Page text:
There's going to be another huge 'Panama Papers' data dump


The International Consortium of Investigative Journalists (ICIJ) is about to unleash another huge data dump about how some of the world's most wealthy and powerful people hide their cash.


The ICTJ said in an email that on May 9 it will "publish what will likely be the largest-ever release of information about secret offshore companies and the people behind them, based on data from the Panama Papers investigation."

"The searchable database will include information about more than 200,000 companies, trusts, foundations and funds incorporated in 21 tax havens, from Hong Kong to Nevada in the United States."

At the beginning of April, over 11 million documents held by the Panama-based law firm Mossack Fonseca was leaked to German newspaper Suddeutsche Zeitung. In turn, the paper shared the information with the ICIJ - which is made up of 107 media organisations in 78 countries.

In turn, the global news outlets examined 28,000 pages of documents, also revealing the full scale of the tax breaks won by 340 companies.


The details of the investigation has already claimed the scalp of Spain's acting Industry Minister Jose Manuel Soria and Icelandic Prime Minister Sigmundur David Gunnlaugsson - both of which stepped down due to their links within the Panama Papers documents.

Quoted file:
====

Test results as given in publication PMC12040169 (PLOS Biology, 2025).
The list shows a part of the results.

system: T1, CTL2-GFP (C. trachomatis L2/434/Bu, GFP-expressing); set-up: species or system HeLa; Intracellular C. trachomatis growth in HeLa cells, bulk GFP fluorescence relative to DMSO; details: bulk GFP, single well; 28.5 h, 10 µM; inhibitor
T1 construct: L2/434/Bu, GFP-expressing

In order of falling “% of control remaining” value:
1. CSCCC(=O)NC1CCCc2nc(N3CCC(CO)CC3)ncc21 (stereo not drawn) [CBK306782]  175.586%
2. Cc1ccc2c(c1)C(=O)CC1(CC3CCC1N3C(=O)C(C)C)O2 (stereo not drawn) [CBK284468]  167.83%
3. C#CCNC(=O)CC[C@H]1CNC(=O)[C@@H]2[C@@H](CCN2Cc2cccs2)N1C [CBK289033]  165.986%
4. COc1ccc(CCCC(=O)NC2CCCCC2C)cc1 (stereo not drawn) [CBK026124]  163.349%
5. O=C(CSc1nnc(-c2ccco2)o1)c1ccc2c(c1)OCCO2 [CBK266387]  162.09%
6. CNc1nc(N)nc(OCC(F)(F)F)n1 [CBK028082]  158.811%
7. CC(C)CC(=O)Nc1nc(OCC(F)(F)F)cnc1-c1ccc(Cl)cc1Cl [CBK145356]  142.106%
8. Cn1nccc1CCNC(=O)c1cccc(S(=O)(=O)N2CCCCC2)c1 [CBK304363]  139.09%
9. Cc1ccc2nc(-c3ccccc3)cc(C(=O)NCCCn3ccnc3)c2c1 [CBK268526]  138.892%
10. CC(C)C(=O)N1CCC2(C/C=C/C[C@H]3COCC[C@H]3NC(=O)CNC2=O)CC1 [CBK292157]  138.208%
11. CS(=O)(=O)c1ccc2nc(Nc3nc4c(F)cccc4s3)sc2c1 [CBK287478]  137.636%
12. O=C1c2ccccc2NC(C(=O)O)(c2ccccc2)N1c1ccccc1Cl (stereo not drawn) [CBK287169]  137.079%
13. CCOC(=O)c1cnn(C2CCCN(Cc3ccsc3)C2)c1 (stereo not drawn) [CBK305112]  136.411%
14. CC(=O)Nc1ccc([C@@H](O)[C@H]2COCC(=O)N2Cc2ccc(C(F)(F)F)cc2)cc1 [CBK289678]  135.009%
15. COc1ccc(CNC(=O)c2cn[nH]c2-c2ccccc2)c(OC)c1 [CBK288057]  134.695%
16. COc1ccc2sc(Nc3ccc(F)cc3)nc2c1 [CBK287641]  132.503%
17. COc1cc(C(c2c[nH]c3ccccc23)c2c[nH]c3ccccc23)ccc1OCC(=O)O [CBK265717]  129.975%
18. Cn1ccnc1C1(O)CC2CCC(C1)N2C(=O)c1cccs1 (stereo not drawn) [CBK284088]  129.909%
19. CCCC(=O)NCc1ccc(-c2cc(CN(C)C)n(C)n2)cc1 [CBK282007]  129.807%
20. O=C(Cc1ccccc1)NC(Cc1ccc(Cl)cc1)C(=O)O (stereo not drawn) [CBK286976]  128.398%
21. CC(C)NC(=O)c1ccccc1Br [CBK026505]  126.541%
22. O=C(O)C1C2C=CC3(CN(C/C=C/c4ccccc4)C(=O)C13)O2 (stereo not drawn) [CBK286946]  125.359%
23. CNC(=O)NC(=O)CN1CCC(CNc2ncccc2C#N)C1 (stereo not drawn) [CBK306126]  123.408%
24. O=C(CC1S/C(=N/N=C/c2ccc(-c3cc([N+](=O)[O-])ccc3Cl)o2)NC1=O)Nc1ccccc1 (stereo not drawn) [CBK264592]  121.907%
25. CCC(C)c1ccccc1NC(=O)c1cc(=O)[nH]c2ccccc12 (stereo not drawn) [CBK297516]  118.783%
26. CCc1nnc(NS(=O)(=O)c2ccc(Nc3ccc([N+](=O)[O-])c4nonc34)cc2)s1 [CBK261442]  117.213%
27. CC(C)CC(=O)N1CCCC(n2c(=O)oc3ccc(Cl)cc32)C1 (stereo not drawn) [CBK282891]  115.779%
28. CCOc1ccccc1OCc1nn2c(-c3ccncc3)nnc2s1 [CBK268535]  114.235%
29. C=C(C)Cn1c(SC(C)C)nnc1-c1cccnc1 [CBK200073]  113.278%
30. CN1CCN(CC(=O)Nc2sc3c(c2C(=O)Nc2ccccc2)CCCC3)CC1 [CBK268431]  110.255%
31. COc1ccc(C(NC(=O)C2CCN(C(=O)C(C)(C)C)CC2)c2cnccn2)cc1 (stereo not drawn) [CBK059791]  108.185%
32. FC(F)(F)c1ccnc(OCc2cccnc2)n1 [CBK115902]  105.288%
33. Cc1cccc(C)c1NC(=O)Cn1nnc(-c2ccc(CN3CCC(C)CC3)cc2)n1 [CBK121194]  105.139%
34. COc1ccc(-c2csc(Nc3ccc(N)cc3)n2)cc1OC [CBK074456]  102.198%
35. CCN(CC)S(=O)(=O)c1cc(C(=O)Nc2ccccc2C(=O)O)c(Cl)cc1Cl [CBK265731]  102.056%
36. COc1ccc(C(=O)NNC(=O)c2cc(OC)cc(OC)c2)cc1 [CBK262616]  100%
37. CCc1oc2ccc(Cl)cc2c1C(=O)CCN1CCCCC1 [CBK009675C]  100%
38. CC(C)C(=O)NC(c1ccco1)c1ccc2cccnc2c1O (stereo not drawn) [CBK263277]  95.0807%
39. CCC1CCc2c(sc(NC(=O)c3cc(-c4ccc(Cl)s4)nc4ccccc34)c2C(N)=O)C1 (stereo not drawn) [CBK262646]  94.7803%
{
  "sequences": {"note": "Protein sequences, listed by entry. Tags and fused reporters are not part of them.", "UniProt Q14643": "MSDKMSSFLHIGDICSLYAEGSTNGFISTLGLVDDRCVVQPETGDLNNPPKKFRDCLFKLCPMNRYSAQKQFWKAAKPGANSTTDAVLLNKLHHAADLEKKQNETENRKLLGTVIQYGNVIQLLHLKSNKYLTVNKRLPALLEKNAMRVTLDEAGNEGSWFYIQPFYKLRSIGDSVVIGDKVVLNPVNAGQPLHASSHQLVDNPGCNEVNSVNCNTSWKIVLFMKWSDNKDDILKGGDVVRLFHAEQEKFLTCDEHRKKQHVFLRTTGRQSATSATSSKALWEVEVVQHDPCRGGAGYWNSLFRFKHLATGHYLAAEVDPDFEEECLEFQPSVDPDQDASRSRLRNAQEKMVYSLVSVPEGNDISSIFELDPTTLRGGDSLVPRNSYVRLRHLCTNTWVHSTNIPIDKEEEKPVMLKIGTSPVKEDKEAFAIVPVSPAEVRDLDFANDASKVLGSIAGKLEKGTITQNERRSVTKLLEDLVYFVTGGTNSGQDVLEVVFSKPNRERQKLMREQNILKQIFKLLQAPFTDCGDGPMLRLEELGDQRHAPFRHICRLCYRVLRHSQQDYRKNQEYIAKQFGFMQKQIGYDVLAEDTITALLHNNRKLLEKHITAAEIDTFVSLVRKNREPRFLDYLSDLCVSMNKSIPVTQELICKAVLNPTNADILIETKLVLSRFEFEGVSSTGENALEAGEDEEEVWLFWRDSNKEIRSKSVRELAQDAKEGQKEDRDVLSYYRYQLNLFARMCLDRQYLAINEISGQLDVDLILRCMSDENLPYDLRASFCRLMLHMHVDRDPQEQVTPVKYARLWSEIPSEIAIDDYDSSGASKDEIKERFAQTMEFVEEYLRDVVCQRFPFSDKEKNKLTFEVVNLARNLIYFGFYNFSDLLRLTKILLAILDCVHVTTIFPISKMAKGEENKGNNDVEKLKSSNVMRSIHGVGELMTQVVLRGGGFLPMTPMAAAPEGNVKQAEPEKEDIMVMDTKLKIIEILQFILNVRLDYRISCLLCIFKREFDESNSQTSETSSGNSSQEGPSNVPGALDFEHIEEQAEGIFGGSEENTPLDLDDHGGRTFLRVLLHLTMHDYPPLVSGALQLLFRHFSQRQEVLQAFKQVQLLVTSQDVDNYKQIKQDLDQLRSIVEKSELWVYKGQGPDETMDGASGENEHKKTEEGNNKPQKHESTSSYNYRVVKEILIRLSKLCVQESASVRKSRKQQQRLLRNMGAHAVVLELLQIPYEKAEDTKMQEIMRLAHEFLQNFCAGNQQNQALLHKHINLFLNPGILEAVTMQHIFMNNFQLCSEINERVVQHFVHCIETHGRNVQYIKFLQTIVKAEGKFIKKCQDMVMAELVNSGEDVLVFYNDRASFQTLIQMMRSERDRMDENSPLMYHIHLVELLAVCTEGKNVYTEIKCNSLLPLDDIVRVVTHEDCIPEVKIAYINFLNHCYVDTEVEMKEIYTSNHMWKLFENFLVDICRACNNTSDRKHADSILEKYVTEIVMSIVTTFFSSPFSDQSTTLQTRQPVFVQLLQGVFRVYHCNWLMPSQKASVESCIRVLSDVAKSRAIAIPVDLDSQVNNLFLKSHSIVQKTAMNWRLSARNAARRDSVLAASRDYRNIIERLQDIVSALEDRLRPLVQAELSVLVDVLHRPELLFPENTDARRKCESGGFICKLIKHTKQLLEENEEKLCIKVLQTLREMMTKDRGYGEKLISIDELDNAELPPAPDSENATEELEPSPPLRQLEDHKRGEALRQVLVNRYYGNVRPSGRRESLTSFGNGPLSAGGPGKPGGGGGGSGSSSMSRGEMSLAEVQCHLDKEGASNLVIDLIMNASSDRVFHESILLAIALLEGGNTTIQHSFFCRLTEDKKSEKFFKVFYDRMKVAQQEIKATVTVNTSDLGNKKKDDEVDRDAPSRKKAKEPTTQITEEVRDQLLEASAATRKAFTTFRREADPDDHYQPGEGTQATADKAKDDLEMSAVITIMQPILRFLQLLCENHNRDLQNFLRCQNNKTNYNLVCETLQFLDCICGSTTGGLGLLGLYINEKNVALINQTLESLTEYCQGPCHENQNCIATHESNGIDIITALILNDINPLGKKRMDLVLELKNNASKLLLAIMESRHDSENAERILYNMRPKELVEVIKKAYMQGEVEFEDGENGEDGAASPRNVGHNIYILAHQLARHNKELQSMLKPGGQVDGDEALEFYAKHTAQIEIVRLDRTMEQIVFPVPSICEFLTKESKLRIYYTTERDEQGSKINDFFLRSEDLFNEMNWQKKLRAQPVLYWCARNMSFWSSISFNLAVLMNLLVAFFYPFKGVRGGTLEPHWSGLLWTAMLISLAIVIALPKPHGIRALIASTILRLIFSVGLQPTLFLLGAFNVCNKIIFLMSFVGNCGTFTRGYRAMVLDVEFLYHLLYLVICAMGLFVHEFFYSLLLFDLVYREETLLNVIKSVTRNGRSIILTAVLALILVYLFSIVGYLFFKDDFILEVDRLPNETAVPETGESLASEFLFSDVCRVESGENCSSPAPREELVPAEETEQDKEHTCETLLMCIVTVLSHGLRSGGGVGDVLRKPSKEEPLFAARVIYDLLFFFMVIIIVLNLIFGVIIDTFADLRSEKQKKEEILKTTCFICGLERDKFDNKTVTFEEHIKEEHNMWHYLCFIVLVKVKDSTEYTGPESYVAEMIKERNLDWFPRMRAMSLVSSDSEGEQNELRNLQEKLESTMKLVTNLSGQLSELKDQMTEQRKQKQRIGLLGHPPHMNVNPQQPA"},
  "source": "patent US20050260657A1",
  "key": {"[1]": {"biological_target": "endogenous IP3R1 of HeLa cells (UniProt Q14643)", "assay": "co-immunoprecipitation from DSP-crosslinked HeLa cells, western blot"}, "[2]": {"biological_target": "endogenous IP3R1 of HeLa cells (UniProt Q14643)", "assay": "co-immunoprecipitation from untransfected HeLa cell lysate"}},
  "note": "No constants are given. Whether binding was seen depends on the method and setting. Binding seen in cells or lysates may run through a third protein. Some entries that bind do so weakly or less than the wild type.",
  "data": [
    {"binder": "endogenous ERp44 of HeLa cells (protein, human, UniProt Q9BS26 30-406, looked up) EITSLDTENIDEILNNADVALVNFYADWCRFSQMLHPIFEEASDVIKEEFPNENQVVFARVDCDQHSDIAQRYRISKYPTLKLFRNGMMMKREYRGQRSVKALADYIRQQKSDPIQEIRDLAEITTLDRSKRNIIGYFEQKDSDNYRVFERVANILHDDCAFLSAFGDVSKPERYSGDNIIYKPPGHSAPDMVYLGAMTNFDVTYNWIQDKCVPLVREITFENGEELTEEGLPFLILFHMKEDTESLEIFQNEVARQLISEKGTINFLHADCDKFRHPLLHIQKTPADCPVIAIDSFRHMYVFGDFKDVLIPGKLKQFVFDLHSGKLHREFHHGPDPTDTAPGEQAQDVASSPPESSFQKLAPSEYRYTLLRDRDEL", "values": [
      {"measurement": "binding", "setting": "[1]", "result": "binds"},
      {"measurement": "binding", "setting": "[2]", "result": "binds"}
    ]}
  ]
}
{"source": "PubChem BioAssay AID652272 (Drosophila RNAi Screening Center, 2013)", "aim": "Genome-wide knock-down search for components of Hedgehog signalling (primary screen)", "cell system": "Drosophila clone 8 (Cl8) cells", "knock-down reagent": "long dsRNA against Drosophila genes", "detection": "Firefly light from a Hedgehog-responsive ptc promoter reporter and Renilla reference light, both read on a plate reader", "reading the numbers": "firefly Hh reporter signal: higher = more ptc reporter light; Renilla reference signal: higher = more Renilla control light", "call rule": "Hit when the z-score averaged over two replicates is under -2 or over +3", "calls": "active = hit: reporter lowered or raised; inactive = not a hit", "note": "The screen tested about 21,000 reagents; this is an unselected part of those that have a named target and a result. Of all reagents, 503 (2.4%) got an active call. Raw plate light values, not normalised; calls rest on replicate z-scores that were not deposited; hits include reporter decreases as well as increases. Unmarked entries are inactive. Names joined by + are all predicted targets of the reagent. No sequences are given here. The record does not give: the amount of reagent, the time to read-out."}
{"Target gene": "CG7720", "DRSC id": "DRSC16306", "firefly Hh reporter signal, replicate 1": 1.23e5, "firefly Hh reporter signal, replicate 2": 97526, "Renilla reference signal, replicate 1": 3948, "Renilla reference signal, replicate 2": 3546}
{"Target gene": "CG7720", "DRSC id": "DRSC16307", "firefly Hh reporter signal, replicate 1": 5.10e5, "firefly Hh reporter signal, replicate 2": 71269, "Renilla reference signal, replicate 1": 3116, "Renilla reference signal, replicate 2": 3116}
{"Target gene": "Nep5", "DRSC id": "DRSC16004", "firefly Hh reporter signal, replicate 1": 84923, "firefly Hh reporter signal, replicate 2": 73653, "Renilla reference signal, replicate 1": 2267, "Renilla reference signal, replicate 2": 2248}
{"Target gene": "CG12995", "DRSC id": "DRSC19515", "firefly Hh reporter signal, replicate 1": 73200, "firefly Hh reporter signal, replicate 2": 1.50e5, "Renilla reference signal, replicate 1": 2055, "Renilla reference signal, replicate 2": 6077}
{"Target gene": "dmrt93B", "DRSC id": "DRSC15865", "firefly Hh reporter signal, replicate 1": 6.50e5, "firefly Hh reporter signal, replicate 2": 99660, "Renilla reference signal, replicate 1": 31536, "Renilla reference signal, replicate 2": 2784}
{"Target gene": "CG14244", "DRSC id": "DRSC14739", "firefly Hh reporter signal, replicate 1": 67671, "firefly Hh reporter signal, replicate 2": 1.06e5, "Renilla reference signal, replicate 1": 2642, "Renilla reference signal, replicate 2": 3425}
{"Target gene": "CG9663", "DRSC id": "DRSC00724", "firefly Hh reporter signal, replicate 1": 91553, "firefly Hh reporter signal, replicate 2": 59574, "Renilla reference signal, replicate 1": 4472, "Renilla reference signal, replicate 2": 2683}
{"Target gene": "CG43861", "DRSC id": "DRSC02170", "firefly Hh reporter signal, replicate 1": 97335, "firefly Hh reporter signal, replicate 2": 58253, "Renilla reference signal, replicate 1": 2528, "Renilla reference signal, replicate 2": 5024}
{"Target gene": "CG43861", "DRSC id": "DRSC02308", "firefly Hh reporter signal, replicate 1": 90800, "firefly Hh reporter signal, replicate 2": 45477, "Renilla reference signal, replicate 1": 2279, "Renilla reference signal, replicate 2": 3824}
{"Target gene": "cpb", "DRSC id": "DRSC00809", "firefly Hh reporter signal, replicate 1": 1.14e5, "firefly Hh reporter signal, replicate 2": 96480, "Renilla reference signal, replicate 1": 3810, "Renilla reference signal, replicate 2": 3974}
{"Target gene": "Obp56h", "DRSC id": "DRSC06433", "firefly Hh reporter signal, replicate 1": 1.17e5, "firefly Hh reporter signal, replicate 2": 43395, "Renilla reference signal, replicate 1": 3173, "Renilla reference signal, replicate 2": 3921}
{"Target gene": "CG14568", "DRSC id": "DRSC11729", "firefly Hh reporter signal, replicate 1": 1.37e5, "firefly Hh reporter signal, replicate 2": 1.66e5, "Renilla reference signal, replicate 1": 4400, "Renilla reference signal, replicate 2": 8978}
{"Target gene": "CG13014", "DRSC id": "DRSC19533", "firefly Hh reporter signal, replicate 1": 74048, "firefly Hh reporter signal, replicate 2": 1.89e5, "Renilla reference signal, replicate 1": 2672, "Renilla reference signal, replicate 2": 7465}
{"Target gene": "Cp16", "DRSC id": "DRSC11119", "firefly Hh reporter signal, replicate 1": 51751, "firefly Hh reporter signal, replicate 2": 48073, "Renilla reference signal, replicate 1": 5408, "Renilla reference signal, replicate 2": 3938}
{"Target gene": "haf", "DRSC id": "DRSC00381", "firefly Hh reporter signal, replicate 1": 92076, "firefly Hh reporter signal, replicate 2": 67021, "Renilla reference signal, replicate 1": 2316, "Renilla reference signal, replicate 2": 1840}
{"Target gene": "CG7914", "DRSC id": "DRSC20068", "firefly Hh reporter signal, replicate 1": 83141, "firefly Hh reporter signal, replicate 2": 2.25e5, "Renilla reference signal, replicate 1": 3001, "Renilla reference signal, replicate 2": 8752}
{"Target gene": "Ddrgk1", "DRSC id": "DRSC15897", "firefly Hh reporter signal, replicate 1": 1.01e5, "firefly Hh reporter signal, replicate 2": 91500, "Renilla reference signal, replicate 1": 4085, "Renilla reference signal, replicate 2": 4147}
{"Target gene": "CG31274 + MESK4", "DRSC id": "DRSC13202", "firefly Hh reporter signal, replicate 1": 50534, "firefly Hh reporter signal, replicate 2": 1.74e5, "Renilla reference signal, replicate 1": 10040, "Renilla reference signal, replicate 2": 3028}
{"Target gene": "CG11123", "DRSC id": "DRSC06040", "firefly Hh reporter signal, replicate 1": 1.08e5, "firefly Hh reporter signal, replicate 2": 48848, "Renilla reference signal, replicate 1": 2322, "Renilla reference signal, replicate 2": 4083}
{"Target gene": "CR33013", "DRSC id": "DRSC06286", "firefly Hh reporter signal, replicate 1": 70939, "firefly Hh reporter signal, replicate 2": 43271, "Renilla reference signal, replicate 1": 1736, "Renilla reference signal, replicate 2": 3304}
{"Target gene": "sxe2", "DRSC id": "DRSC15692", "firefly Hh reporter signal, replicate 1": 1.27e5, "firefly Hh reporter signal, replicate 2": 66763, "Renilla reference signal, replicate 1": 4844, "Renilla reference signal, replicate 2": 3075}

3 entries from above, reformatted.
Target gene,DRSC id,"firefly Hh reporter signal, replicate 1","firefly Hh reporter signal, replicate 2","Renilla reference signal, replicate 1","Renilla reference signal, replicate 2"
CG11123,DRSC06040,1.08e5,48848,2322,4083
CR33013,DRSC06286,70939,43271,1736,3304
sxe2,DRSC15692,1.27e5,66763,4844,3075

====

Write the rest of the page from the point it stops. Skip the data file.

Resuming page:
Mossack Fonseca law firm sign is pictured in Panama City, in this April 4, 2016 file photo. REUTERS/Carlos Jasso/Files

Thomson Reuters

Mossack Fonseca - the law firm embroiled in the Panama Papers data leak.

"The impact of Panama Papers has been epic," said the ICTJ in the email.

"The investigation has led to high profile resignations, including the prime minister of Iceland; triggered official inquiries in multiple countries; and put pressure on world leaders and other politicians, such as Britain's Prime Minister David Cameron, to explain their connections to offshore companies. It sparked a new sense of urgency among lawmakers and regulators to close loopholes and make information about the owners of shell companies public."

This week, three people go on trial in Luxembourg on Tuesday over the so-called Panama Papers scandal.

Two former employees at services firm PwC, Antoine Deltour and Raphael Halet, and journalist Edouard Perrin face charges over the leaking of thousands of documents that exposed the scandal.